In 2014, Niamh emerged bleary-eyed, tired and proud from the Kane Building, UCC with a degree in Physics. She promptly walked down the road to Cork’s Tyndall National Institute to do a PhD with the Photonics Systems Group and IPIC (Irish Photonic Integration Centre). This came as a surprise to no one, since she’d been doing projects there since the 2nd year of her undergrad and she always went on and on about how much she loved lasers. In fact, she went on about it enough that she managed to get funding from the Irish Research Council to do her PhD. She’s currently at the end of her first year and now loves all components of the optical communications system with relative equality, depending on the day. Her research focuses on the combating the oncoming capacity crunch by using new types of optical fibres and moving to longer-wavelength communications. The number of users and devices per user is ever-increasing and there’s only so much our current communications system can cope with. No one wants to be paying more for slower internet, right? Her research investigates the viability of new high-capacity systems so we can all (hopefully) have as much internet as we want, as fast as we want, forever!
‘You are what you pee!’
I am originally from Mayo and have a BSc. in Sport Science and Health from DCU and an MSc. in Human Nutrition from Ulster University. I am currently in the final year of my PhD in the Institute of Food and Health in UCD working under the supervision of Prof. Lorraine Brennan. My research focuses on the identification of novel biomarkers of dietary intake.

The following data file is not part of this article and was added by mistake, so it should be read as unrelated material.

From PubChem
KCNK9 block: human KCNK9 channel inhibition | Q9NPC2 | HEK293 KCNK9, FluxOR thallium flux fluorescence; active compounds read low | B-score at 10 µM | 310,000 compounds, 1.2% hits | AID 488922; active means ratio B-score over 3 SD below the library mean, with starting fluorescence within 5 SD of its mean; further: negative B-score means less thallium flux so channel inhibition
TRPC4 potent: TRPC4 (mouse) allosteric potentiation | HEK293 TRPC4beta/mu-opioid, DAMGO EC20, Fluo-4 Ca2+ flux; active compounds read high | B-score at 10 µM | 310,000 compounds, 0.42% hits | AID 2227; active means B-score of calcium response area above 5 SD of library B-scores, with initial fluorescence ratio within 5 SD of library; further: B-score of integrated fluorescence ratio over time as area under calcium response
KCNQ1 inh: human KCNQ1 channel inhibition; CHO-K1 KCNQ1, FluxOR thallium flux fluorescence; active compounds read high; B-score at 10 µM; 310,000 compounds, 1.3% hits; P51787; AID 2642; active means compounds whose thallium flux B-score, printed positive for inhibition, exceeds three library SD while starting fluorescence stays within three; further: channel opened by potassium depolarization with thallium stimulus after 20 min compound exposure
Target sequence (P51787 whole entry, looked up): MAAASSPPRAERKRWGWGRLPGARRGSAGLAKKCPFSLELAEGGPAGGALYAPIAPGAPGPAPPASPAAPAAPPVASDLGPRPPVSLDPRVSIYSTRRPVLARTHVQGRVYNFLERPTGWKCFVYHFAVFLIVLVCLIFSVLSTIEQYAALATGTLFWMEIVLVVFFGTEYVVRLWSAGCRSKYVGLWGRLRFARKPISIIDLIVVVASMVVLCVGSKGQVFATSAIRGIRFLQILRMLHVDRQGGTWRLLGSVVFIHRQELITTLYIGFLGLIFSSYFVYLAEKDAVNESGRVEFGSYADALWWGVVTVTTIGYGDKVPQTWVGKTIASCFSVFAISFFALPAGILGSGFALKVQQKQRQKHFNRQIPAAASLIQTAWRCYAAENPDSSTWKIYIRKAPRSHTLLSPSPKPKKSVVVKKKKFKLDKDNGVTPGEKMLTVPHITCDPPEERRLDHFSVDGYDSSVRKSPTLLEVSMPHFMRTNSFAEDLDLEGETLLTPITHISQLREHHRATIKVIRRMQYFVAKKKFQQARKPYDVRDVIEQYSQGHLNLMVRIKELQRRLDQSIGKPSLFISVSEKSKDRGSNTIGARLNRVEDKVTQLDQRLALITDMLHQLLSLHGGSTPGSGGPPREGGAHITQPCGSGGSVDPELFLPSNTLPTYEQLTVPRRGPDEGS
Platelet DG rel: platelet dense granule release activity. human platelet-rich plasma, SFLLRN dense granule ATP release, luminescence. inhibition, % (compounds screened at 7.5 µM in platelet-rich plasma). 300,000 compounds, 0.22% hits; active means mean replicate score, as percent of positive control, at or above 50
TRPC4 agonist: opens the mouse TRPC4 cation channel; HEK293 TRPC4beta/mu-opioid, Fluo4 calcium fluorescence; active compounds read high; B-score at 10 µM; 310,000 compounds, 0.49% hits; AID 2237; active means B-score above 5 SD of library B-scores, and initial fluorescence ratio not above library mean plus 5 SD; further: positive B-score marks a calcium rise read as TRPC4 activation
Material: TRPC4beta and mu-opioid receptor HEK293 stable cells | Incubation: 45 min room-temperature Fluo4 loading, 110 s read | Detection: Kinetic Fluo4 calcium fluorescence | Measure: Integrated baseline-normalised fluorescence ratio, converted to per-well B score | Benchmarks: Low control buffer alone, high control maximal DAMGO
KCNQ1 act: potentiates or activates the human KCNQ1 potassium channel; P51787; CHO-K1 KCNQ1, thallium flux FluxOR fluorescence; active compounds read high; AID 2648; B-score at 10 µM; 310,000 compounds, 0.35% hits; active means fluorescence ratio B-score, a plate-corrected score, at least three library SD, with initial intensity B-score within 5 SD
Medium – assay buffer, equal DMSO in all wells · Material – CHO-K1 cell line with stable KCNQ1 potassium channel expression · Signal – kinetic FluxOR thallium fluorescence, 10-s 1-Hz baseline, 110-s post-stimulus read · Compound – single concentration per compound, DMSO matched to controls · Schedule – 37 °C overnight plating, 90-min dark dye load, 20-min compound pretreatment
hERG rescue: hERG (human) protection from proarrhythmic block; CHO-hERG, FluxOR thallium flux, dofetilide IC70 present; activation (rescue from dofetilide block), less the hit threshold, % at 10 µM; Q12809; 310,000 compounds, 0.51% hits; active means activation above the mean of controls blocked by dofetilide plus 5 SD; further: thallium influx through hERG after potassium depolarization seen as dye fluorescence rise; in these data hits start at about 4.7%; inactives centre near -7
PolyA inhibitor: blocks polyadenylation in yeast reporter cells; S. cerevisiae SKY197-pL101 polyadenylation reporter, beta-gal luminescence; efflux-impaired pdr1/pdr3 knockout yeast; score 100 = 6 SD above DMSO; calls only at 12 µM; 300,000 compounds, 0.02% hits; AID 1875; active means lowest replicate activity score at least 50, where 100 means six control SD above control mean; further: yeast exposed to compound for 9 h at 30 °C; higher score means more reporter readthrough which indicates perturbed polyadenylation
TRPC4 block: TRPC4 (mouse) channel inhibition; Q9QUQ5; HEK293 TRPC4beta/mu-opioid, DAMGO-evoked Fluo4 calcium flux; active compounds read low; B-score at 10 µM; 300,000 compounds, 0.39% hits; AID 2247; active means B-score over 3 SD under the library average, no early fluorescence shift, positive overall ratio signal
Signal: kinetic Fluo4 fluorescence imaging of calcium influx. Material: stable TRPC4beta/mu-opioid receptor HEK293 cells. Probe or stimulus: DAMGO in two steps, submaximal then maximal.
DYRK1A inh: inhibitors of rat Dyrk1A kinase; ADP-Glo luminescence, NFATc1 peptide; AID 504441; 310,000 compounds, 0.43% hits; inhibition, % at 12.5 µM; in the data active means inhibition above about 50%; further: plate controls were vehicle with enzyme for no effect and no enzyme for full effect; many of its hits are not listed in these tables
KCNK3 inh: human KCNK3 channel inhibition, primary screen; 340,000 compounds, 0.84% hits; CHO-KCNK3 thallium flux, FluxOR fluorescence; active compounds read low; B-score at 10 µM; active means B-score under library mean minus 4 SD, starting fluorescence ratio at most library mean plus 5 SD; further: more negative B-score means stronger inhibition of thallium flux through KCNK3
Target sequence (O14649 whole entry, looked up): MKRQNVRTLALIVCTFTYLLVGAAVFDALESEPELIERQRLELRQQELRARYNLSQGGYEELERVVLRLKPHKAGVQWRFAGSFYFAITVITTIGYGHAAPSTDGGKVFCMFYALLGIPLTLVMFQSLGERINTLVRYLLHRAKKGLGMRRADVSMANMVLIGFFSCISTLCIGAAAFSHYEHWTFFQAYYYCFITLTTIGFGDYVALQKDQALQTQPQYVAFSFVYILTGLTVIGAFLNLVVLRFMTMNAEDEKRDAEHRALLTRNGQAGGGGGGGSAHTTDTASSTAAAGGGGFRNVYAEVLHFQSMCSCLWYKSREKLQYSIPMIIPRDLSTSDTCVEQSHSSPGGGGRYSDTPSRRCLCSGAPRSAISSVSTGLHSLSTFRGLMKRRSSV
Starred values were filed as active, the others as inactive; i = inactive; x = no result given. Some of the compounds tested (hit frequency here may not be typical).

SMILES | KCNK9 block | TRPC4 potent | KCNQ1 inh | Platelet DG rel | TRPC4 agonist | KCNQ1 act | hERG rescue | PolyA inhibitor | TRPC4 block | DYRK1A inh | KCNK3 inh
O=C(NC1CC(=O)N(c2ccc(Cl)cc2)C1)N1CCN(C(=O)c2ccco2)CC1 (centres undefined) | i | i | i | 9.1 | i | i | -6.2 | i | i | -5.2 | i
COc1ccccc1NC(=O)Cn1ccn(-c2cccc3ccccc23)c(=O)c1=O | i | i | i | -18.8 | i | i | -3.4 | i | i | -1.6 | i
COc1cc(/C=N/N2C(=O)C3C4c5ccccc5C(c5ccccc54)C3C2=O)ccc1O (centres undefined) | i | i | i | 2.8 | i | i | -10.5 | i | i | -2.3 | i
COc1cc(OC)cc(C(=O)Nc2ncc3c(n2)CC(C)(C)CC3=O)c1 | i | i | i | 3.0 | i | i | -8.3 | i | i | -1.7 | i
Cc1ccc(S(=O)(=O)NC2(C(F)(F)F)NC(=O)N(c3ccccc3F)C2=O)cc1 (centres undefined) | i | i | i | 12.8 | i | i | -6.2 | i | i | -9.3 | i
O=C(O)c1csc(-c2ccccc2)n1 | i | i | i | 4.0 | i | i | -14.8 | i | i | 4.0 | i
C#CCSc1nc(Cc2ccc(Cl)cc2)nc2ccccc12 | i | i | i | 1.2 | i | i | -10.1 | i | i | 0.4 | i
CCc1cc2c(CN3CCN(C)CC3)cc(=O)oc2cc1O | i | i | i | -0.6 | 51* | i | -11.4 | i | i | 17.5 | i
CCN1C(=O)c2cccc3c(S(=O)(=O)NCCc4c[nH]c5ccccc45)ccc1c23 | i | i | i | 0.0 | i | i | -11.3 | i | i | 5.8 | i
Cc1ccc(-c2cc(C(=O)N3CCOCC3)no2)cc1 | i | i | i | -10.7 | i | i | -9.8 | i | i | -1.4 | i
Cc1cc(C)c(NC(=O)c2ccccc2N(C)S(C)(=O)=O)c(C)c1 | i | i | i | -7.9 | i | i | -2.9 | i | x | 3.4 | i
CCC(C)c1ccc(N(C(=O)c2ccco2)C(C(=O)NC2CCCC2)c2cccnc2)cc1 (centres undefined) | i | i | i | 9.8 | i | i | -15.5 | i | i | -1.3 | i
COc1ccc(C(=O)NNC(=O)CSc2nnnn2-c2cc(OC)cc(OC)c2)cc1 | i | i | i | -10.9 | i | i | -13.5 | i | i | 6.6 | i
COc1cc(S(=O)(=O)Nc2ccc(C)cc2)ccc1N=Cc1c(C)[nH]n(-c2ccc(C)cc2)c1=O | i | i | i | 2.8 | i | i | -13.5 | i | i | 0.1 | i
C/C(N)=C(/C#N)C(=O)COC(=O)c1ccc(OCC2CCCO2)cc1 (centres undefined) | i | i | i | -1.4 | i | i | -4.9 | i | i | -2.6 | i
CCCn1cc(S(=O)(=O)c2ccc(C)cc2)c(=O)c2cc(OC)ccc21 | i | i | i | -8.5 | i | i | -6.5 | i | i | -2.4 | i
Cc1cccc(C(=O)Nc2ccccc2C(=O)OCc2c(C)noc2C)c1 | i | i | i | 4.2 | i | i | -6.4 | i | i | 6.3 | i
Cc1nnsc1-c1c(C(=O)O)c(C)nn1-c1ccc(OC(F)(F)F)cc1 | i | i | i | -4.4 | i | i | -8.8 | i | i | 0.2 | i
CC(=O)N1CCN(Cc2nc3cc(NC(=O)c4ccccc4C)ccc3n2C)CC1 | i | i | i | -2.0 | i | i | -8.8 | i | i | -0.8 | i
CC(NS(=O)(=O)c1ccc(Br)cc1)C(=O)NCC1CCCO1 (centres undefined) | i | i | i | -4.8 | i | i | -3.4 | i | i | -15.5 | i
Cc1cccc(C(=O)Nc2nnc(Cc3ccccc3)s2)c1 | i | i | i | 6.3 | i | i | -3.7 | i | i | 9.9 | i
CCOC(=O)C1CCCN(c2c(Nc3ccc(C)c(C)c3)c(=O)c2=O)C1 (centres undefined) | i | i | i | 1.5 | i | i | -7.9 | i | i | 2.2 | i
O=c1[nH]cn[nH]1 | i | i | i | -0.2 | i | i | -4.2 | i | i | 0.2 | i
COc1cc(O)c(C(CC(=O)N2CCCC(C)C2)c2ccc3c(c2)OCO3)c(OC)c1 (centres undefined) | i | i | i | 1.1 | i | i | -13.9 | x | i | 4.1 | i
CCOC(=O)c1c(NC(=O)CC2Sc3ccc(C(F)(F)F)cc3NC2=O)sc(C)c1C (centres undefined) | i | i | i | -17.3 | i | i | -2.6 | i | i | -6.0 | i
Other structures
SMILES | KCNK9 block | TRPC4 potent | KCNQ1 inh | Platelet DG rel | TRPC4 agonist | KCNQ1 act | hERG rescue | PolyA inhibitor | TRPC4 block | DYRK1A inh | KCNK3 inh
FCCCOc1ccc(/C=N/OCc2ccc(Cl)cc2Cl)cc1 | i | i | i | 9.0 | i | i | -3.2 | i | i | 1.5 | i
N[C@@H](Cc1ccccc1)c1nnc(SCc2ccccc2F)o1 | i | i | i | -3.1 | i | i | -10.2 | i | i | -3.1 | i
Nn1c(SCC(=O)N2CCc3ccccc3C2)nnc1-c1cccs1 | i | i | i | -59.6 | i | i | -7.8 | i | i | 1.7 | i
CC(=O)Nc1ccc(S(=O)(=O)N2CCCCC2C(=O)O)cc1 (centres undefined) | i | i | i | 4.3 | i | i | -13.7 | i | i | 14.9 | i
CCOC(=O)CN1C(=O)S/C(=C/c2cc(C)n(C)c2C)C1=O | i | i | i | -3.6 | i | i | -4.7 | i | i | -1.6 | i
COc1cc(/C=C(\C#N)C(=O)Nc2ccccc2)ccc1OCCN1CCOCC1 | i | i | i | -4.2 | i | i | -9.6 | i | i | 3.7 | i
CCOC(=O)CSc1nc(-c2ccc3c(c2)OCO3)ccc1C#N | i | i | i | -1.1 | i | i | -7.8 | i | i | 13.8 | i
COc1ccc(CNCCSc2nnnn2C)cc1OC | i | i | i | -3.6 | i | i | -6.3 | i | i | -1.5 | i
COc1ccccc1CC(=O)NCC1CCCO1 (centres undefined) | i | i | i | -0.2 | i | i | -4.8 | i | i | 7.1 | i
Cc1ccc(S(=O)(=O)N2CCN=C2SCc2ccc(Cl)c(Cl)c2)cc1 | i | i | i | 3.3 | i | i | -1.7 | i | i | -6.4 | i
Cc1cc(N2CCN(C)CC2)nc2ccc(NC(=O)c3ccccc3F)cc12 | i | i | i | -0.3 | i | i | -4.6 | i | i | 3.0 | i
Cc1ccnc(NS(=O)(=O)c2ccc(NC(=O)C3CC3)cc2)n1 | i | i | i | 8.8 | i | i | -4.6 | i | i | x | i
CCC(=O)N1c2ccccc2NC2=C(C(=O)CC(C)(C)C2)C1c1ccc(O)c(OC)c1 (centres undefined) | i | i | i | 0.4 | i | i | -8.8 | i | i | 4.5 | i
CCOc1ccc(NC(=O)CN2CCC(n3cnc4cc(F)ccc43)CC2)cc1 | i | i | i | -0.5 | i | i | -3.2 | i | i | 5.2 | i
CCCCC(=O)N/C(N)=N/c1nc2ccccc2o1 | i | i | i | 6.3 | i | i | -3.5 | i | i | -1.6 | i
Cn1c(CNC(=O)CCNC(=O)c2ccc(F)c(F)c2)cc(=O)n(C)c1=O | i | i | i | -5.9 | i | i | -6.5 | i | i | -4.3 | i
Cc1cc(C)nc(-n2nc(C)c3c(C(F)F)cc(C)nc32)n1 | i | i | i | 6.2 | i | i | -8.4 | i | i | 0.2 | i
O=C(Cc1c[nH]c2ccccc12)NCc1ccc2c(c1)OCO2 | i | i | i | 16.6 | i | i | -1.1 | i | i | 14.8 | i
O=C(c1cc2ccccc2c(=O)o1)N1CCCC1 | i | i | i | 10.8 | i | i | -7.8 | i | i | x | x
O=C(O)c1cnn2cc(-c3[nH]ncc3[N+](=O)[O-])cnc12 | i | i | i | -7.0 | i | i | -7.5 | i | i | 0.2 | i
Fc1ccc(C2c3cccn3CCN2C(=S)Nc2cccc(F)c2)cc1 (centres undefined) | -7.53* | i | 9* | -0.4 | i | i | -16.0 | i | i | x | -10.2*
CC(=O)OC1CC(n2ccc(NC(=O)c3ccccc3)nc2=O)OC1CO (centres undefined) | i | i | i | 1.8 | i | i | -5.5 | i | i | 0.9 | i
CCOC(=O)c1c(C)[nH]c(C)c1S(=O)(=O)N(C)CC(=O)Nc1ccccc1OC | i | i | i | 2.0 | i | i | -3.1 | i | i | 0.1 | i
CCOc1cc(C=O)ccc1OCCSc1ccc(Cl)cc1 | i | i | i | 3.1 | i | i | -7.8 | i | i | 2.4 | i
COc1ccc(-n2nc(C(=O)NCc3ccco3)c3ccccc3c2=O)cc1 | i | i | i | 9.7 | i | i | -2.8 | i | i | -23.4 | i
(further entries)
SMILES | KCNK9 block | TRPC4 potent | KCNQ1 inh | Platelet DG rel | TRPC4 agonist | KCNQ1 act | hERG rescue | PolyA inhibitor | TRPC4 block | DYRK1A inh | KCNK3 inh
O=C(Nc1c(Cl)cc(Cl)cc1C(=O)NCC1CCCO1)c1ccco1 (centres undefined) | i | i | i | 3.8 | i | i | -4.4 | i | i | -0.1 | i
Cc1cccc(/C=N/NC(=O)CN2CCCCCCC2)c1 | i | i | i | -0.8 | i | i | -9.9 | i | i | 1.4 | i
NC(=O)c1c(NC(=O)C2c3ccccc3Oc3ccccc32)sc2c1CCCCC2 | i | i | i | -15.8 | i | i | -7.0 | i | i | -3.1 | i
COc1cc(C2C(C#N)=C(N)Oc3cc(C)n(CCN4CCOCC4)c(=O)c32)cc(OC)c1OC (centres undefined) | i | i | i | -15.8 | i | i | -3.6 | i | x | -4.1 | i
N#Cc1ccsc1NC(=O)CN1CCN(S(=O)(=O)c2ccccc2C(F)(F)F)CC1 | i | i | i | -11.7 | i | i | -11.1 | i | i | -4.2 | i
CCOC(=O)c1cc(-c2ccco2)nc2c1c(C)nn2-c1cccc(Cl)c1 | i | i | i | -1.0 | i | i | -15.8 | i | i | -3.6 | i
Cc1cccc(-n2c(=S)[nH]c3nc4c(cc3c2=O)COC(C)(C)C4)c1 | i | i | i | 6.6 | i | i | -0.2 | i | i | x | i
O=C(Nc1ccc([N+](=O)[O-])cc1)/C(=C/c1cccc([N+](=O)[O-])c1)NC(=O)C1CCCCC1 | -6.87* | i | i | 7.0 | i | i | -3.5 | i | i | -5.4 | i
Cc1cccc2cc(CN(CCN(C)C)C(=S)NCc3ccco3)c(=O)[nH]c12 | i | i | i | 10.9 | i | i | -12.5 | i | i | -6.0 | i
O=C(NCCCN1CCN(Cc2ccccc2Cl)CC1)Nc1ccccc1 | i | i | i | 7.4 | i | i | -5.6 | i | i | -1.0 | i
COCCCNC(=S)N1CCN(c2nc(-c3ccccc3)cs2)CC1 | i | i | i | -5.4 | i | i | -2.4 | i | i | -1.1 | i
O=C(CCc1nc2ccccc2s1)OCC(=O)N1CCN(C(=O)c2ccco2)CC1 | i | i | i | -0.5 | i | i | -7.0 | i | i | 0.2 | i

‘Don’t fire the architects, identifying architecturally significant requirements’
Feng Chen is a 4th year PhD student in Lero at University of Limerick. Having completed a B.Eng. degree in Software Engineering from Jilin University in China in 2012, she received a PhD scholarship from the Chinese Scholarship Council which opens the opportunity for her to come to Ireland. Her research focuses on how to identify architecturally significant requirements, thereby improving requirements practice, by investigating the interplay between ASRs and architecture (through the eyes of architects) within the context of real world projects.
Clare Finnegan – Maynooth University
‘Pellino2 in Chronic Obstructive Pulmonary Disease (COPD)’
Clare graduated from Maynooth University with a BSc in Biomedical Sciences in 2014. After obtaining an Irish Research Council scholarship in the same year she began her PhD under the supervision of Prof Paul Moynagh at the Institute of Immunology in Maynooth University. Clare is now in the second year of her PhD, which is focusing on signaling pathways in inflammatory diseases.
‘Biomaterial Pills for Parkinson’s’
Juhi Samal is a third year PhD student under Professor Abhay Pandit and Dr Eilis O’Dowd at CÚRAM, the Centre for Research in Medical Devices. Originally from Odisha in India, Juhi moved to Galway in 2013, when she was awarded the Hardiman Fellowship. Her PhD focuses on developing solutions for neurodegenerative disease. In particular, her research is investigating delivery of neurotrophic factors to the brain, to modify neuronal dysfunctions in patients suffering from Parkinson’s disease.